They will only pause to pillage Immingham, that nest of Puritans, once they realise the Roundheads are too exhausted to launch a full pursuit.

Tuesday, 12 November 2019

The Winter War - Talvisota (movie)

Tell battalion that the next people in the bunker will be archaeologists

In August I mentioned that my lovely wife had bought me a couple of DVDs when she was over visiting her mother. Towards the bottom of here

I watched the first set, Tuntematon Sotilas, soon after and thoroughly enjoyed it. So with naff all on the box last night I intended to watch the first hour or so of Talvisota. At 191 minutes long I thought I would space it out over 3 evenings. The fact that the 'or so' part of 'first hour or so' extended to 'the whole three hours plus' tells you a lot about my feelings on the film. And this was my second viewing (I'd seen it a couple of years ago on line).

According to Wiki there were 3 main versions released. The international cinematic version (127 minutes), the one I saw (the original Finnish cinema version) and the extended TV series at a whopping 275 minutes.

The basic plot concerns a small sub-unit (don't they all?) of soldiers called-up in October 1939 ('for manouvres') and what happens to them over the succeding five months. Naturally, the bulk of it is the 100 days of the Winter War. As with all films of this genre, the sub-unit gets whittled down and you begin to wonder whether the main character Martti Hakala will cop a 'Bäumer'.  I'm no WWII specialist so I don't know how realistic the action scenes are (if anyone has seen it and has a view I'd love to hear it). It seemed plausible to me (even if the Soviet tactics shown were mostly suicidal, which I understand they largely were).

One facet of this film that I appreciated were the little insights into what life was like then in Finland - still a mostly agrarian country. As with Tuntematon Sotilas, I found some of the 'homefront' scenes touching. We see a society where most people didn't have much, didn't expect much, but nevertheless felt that they had enough worth protecting - though that wasn't necessarily material. It seems almost as if there was a collective expression of "look our ancestors came to the most inhospitable part of Europe, hacked out a modest living out of unpromising material, kept ourselves to ourselves, and you lot still want to bother us and ask for more".  Maybe that's just me with my biases.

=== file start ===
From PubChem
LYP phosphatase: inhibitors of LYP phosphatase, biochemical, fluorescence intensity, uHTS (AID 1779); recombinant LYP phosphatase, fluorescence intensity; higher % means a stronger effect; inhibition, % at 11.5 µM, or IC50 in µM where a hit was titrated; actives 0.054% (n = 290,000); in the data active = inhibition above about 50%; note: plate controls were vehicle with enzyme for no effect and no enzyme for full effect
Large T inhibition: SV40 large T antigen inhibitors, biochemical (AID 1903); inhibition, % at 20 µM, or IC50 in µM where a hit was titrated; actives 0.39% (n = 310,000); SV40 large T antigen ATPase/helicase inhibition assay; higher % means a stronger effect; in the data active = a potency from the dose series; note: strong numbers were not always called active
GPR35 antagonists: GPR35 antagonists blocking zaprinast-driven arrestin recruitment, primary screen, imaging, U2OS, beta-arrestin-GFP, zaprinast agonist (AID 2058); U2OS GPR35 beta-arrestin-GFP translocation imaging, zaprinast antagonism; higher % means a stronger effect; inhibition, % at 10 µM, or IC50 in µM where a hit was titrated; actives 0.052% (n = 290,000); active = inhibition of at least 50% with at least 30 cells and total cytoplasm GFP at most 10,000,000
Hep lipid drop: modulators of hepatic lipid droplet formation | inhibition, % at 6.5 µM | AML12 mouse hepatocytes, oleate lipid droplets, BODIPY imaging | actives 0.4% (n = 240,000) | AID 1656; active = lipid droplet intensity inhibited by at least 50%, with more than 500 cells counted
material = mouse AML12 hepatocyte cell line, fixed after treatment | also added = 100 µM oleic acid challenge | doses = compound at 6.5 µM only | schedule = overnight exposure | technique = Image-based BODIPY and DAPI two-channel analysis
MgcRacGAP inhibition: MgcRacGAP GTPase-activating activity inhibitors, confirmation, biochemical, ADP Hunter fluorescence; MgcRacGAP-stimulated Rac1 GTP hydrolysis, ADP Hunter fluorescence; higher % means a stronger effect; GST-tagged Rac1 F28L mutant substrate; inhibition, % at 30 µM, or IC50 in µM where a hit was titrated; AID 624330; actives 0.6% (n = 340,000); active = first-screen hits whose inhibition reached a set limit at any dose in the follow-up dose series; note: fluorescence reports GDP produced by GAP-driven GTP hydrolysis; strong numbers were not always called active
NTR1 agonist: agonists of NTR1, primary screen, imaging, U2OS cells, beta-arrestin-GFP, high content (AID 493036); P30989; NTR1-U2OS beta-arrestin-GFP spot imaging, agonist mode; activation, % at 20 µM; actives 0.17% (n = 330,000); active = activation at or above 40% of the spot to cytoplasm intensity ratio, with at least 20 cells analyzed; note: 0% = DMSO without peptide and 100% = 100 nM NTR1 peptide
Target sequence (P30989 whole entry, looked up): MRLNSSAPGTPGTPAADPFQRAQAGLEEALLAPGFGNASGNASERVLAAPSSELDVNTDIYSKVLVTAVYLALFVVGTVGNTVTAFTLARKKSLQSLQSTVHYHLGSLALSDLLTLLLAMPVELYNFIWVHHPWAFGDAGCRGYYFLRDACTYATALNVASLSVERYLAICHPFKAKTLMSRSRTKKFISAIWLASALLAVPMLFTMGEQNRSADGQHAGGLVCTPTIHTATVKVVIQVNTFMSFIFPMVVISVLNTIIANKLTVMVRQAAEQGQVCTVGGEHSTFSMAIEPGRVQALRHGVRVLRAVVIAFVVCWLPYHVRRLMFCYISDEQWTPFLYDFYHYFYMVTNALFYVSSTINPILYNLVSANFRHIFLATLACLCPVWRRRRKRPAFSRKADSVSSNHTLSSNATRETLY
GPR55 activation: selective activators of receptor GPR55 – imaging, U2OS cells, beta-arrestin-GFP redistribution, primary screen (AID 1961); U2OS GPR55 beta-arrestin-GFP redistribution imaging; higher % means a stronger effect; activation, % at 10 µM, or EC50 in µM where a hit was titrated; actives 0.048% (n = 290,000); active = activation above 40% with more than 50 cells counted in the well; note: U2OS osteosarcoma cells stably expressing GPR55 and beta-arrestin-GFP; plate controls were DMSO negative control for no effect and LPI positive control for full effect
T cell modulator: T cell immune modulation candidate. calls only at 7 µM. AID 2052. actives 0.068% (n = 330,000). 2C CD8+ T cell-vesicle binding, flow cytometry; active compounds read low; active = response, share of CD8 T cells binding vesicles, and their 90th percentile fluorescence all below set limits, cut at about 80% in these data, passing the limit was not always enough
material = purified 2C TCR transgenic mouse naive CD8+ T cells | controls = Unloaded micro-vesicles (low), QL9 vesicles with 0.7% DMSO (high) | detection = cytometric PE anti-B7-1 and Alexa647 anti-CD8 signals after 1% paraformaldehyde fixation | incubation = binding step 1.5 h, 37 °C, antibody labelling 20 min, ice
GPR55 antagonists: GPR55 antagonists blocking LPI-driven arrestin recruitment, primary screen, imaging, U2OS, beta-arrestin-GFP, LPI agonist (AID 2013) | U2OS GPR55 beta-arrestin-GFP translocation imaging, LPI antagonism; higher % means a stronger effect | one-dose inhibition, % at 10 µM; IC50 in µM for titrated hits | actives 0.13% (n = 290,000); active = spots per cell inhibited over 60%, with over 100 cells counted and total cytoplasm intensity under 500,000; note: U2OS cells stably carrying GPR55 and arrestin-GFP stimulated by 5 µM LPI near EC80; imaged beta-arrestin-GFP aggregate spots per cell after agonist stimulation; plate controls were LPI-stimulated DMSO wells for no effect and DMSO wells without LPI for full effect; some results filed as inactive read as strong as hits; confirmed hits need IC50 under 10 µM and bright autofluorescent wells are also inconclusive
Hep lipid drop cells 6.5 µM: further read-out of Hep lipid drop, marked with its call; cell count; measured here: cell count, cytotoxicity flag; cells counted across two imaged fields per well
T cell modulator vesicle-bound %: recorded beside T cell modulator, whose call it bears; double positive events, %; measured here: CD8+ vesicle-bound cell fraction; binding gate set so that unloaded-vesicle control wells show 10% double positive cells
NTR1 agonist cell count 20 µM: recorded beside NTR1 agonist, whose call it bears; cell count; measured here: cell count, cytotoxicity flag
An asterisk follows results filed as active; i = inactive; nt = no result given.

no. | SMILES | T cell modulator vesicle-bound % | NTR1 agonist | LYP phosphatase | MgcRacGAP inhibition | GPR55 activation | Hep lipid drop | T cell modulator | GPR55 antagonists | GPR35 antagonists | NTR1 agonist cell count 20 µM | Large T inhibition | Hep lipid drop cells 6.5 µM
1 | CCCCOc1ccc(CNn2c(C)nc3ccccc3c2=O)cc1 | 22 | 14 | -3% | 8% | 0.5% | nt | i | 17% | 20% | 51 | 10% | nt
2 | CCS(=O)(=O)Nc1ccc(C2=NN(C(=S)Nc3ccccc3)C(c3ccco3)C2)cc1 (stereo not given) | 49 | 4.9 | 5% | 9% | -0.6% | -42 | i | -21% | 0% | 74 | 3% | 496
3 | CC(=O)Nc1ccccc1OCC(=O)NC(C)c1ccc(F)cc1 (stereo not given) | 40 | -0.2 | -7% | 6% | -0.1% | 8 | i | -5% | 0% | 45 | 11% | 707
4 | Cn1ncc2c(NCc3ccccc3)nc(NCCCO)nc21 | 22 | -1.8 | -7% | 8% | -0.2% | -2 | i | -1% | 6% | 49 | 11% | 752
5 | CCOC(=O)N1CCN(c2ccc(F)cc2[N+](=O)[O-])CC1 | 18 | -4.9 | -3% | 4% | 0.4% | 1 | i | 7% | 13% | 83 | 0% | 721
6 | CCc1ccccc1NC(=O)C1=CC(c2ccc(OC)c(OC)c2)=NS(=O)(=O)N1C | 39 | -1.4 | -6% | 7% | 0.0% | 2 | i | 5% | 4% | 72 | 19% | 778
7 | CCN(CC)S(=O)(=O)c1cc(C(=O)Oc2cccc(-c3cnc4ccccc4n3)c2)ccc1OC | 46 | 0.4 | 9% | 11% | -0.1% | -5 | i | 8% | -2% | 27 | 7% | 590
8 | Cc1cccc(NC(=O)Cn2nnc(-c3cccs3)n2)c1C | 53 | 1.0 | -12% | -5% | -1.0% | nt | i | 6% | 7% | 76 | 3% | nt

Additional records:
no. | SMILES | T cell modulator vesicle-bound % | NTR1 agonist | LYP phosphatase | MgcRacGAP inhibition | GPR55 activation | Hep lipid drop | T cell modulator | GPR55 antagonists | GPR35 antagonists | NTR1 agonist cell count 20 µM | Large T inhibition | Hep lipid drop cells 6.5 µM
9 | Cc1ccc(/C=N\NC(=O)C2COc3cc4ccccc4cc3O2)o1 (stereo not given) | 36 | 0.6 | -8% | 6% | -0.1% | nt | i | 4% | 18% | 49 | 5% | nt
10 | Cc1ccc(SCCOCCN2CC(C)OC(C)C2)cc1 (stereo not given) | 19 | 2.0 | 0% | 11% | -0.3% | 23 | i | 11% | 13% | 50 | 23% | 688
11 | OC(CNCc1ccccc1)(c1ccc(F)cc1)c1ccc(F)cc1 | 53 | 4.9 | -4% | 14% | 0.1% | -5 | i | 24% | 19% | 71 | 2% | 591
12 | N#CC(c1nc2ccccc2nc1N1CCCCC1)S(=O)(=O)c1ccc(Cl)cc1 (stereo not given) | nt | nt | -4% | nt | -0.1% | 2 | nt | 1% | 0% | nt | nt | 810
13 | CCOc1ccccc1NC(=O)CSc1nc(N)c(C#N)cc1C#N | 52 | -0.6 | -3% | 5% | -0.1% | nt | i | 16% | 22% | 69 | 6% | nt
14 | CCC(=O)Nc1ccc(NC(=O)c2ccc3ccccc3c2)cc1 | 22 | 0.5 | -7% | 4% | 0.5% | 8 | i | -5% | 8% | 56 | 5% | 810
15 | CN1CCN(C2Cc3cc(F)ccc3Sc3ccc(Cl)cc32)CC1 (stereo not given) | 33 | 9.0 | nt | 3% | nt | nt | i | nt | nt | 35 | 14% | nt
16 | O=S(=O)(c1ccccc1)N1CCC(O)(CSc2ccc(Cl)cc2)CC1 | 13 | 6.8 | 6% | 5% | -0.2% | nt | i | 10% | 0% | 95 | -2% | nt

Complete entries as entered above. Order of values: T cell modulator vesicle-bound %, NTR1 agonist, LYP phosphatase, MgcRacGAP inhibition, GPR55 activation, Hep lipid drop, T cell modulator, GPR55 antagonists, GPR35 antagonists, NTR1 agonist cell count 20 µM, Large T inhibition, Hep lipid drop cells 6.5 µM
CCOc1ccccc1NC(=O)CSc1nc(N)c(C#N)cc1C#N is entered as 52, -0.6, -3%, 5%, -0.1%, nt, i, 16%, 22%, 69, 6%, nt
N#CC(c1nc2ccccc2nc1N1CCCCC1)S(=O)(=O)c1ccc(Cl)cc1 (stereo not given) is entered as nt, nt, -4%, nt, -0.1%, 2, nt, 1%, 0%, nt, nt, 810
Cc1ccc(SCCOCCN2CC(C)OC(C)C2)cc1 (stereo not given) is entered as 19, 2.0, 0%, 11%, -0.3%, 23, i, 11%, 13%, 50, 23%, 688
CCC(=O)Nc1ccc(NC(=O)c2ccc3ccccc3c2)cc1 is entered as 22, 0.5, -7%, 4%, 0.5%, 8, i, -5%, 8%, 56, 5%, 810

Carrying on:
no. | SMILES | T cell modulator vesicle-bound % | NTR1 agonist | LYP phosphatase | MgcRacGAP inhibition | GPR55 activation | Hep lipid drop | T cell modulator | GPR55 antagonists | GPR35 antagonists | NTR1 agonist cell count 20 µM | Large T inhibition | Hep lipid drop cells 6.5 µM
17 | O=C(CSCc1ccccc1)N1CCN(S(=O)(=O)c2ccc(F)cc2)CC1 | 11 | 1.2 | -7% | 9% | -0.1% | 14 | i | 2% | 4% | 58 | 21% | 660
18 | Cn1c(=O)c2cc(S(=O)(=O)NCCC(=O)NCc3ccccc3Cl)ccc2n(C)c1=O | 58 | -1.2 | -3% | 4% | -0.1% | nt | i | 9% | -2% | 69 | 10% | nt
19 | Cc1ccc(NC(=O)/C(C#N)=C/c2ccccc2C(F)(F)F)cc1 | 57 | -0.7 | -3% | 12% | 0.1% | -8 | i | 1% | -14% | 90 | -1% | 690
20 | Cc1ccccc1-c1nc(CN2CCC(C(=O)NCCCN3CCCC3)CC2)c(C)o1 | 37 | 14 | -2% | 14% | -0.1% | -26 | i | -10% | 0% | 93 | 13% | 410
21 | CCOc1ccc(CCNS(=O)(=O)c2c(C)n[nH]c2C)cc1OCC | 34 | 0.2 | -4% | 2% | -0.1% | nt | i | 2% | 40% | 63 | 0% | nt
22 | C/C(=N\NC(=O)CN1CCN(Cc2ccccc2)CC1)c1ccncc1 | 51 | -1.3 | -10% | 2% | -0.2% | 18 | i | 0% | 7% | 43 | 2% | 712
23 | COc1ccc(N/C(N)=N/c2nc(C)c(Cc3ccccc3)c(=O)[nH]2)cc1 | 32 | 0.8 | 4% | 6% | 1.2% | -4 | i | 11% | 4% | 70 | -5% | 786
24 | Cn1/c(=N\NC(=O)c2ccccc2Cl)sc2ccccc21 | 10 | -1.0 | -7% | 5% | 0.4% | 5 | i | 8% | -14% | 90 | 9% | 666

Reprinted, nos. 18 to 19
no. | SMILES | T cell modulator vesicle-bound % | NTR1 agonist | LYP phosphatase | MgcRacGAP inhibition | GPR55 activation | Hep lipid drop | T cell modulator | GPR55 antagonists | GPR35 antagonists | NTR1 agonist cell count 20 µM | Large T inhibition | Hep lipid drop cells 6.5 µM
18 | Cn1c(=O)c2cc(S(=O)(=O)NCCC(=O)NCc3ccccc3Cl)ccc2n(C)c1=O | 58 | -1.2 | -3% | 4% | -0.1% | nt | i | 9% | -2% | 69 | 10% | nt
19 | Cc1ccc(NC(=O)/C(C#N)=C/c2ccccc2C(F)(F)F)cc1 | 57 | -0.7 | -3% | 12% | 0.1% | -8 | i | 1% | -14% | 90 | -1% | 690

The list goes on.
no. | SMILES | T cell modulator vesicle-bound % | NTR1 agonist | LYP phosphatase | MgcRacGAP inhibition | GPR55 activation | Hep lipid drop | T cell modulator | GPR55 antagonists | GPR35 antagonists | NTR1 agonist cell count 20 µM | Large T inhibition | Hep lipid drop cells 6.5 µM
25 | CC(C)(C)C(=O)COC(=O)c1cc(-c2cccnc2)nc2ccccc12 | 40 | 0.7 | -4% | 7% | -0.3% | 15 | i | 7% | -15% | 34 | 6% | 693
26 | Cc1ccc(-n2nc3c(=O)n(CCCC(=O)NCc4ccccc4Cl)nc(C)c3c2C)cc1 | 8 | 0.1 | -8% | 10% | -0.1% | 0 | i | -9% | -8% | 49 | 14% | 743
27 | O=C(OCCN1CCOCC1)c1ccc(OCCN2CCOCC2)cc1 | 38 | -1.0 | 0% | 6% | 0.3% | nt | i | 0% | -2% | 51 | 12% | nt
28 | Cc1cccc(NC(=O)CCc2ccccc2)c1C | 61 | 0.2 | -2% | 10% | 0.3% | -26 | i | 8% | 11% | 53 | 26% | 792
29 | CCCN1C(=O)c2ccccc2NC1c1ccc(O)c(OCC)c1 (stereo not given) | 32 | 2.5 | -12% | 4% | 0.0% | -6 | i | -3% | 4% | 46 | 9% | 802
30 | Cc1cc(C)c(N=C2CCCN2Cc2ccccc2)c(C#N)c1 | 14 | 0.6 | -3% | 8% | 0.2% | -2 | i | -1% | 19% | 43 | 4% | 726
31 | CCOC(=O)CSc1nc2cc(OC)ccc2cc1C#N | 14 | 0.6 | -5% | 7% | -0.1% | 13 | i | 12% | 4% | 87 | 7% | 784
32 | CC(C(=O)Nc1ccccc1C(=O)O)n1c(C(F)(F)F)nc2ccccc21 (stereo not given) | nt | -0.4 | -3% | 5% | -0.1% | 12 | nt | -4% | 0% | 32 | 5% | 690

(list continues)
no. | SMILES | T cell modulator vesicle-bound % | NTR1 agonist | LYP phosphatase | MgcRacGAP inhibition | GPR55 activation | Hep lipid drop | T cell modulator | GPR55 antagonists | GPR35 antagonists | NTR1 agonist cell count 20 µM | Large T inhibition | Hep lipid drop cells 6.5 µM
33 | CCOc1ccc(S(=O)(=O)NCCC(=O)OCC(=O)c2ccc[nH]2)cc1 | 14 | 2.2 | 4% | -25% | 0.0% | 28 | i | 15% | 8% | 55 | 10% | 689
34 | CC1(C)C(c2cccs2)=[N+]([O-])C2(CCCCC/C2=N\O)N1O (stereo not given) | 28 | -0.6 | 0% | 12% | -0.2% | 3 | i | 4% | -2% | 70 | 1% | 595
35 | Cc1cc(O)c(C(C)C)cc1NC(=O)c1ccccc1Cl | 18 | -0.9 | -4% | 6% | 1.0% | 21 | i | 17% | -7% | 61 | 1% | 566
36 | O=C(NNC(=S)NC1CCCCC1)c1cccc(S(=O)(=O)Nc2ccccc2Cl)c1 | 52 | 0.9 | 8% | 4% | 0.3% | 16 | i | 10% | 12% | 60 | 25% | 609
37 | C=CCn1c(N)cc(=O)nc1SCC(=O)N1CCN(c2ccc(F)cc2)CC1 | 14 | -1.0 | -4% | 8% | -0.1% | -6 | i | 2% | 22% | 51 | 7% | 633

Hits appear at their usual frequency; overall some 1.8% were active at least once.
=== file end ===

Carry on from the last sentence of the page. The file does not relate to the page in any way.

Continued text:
We also see a society where Christianity still had a big influence culturally and socially. In one scene the singing of a Christmas Carol becomes an act of resistance. Probably like my grandparents generation here, they all knew the words.

Also much appreciated by this blogger is the deadpan Finnish humour, that goes with the no-nonsense approach to troubles. If you get the typical British wartime humour, you will like this. The sort of thing where a quip is made out of the corner of the mouth, with a fag* in the other side. The Russians are nearly always 'naapurit' ('the neighbours' - e.g. 'the neighbours are trying to move the garden fence again') when not 'Ryssät' (which I understand is a more perjorative than 'Russkies').

The special effects are pretty good on the whole, especially when the film was made in 1989 - it coincided with the 50th anniversary of the war. We're now approaching the 80th and that generation is nearly all gone. Although the Finns ended up on the 'other side' in 1941, I can only honour and admire their sacrifices in defending their homeland and freedoms**. Just as I would honour the poor bloody sods who were sent to take them away and suffered unimaginably in a frozen forest a long way from the steppe or from the warm valleys of the Caucasus.

I'll raise the mood a little now by reference to a song (or rather tune to a song) that got played a couple of times by one of the characters in the section. This was originally a hit in the 20s (I read somewhere it was the first 'pop' sensation in Finland) and there are many clips (from several countries) out there in the interweb of different versions (sometimes simply called "Emma" or "Oi muistatkos Emma?","Emma's Waltz", "Emma's Valssi", or "Finsk Vals" or variations of that - yeah I am obsessive.). All lovely because it's such a great melody. It's been a while since I inflicted any 'obscure Nordic music' on you, so here you go. And I'm sure many of you will appreciate singing along in your French farmhouses, so this one has helpfully got lyrics on screen. Or just take the missus for a waltz around the kitchen table.


* for clarity, this is British-English for 'cigarette' (and in such cases it nearly always is a 'fag' not a 'cigarette').
** For anyone so inclined to point it out, no I'm not ignoring the unacceptable things that happened in the Continnuation War....but to coin Basil Fawlty in 'the Germans' "Yes you did, you invaded [Finland]".